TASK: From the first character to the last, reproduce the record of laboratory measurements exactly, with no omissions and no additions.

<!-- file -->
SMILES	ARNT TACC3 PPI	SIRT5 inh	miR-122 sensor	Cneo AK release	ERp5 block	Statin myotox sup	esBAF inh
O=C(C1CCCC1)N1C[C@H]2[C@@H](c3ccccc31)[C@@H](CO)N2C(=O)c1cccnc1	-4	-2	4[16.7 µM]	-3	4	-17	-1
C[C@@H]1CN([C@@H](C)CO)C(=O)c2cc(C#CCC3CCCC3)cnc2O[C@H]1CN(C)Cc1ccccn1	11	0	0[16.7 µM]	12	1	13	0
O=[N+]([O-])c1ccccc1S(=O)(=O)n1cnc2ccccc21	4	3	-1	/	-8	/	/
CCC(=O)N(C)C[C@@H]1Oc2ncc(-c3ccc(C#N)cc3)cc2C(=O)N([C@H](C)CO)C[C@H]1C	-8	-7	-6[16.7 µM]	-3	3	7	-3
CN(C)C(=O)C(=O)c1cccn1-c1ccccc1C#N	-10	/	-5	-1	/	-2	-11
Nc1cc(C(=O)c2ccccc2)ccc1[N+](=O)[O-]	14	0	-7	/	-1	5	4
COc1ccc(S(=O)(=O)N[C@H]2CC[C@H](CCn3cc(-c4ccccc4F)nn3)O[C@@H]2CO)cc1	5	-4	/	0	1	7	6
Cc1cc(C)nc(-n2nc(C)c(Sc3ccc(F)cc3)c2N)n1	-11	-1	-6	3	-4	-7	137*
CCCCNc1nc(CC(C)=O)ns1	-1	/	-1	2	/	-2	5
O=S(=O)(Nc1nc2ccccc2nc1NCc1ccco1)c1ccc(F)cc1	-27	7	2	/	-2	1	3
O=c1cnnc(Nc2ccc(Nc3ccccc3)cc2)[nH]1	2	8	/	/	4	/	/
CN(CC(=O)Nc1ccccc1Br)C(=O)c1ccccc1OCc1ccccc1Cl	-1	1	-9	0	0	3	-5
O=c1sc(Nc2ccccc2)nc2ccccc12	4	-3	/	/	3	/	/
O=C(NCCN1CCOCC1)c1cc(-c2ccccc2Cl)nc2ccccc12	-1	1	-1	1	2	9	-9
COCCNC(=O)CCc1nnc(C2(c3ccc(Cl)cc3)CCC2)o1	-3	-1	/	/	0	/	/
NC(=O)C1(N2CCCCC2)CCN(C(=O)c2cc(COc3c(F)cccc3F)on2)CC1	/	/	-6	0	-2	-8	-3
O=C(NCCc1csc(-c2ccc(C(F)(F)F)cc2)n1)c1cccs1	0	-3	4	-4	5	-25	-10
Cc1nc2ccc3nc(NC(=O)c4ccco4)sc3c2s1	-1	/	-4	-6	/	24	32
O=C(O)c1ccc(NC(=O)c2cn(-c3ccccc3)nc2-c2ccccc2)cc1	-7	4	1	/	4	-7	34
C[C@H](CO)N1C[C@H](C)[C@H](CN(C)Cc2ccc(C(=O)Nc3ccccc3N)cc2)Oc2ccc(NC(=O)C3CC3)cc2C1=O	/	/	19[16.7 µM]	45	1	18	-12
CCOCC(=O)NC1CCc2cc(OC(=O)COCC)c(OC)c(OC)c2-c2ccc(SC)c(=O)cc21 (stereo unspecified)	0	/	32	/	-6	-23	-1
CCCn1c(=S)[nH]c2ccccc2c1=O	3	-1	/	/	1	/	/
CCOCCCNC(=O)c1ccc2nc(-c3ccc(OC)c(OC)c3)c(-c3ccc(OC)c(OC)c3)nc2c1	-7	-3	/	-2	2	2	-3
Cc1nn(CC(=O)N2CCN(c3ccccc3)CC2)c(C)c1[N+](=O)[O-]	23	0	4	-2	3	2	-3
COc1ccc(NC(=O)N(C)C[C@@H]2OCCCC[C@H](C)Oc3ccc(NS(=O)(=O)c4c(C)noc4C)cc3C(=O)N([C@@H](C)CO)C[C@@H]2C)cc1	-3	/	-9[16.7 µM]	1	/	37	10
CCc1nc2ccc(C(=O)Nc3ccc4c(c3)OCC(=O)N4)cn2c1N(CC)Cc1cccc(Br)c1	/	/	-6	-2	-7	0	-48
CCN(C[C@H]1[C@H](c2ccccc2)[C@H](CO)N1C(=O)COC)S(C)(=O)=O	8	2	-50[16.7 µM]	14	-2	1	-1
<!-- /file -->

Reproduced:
SMILES	ARNT TACC3 PPI	SIRT5 inh	miR-122 sensor	Cneo AK release	ERp5 block	Statin myotox sup	esBAF inh
O=C(C1CCCC1)N1C[C@H]2[C@@H](c3ccccc31)[C@@H](CO)N2C(=O)c1cccnc1	-4	-2	4[16.7 µM]	-3	4	-17	-1
C[C@@H]1CN([C@@H](C)CO)C(=O)c2cc(C#CCC3CCCC3)cnc2O[C@H]1CN(C)Cc1ccccn1	11	0	0[16.7 µM]	12	1	13	0
O=[N+]([O-])c1ccccc1S(=O)(=O)n1cnc2ccccc21	4	3	-1	/	-8	/	/
CCC(=O)N(C)C[C@@H]1Oc2ncc(-c3ccc(C#N)cc3)cc2C(=O)N([C@H](C)CO)C[C@H]1C	-8	-7	-6[16.7 µM]	-3	3	7	-3
CN(C)C(=O)C(=O)c1cccn1-c1ccccc1C#N	-10	/	-5	-1	/	-2	-11
Nc1cc(C(=O)c2ccccc2)ccc1[N+](=O)[O-]	14	0	-7	/	-1	5	4
COc1ccc(S(=O)(=O)N[C@H]2CC[C@H](CCn3cc(-c4ccccc4F)nn3)O[C@@H]2CO)cc1	5	-4	/	0	1	7	6
Cc1cc(C)nc(-n2nc(C)c(Sc3ccc(F)cc3)c2N)n1	-11	-1	-6	3	-4	-7	137*
CCCCNc1nc(CC(C)=O)ns1	-1	/	-1	2	/	-2	5
O=S(=O)(Nc1nc2ccccc2nc1NCc1ccco1)c1ccc(F)cc1	-27	7	2	/	-2	1	3
O=c1cnnc(Nc2ccc(Nc3ccccc3)cc2)[nH]1	2	8	/	/	4	/	/
CN(CC(=O)Nc1ccccc1Br)C(=O)c1ccccc1OCc1ccccc1Cl	-1	1	-9	0	0	3	-5
O=c1sc(Nc2ccccc2)nc2ccccc12	4	-3	/	/	3	/	/
O=C(NCCN1CCOCC1)c1cc(-c2ccccc2Cl)nc2ccccc12	-1	1	-1	1	2	9	-9
COCCNC(=O)CCc1nnc(C2(c3ccc(Cl)cc3)CCC2)o1	-3	-1	/	/	0	/	/
NC(=O)C1(N2CCCCC2)CCN(C(=O)c2cc(COc3c(F)cccc3F)on2)CC1	/	/	-6	0	-2	-8	-3
O=C(NCCc1csc(-c2ccc(C(F)(F)F)cc2)n1)c1cccs1	0	-3	4	-4	5	-25	-10
Cc1nc2ccc3nc(NC(=O)c4ccco4)sc3c2s1	-1	/	-4	-6	/	24	32
O=C(O)c1ccc(NC(=O)c2cn(-c3ccccc3)nc2-c2ccccc2)cc1	-7	4	1	/	4	-7	34
C[C@H](CO)N1C[C@H](C)[C@H](CN(C)Cc2ccc(C(=O)Nc3ccccc3N)cc2)Oc2ccc(NC(=O)C3CC3)cc2C1=O	/	/	19[16.7 µM]	45	1	18	-12
CCOCC(=O)NC1CCc2cc(OC(=O)COCC)c(OC)c(OC)c2-c2ccc(SC)c(=O)cc21 (stereo unspecified)	0	/	32	/	-6	-23	-1
CCCn1c(=S)[nH]c2ccccc2c1=O	3	-1	/	/	1	/	/
CCOCCCNC(=O)c1ccc2nc(-c3ccc(OC)c(OC)c3)c(-c3ccc(OC)c(OC)c3)nc2c1	-7	-3	/	-2	2	2	-3
Cc1nn(CC(=O)N2CCN(c3ccccc3)CC2)c(C)c1[N+](=O)[O-]	23	0	4	-2	3	2	-3
COc1ccc(NC(=O)N(C)C[C@@H]2OCCCC[C@H](C)Oc3ccc(NS(=O)(=O)c4c(C)noc4C)cc3C(=O)N([C@@H](C)CO)C[C@@H]2C)cc1	-3	/	-9[16.7 µM]	1	/	37	10
CCc1nc2ccc(C(=O)Nc3ccc4c(c3)OCC(=O)N4)cn2c1N(CC)Cc1cccc(Br)c1	/	/	-6	-2	-7	0	-48
CCN(C[C@H]1[C@H](c2ccccc2)[C@H](CO)N1C(=O)COC)S(C)(=O)=O	8	2	-50[16.7 µM]	14	-2	1	-1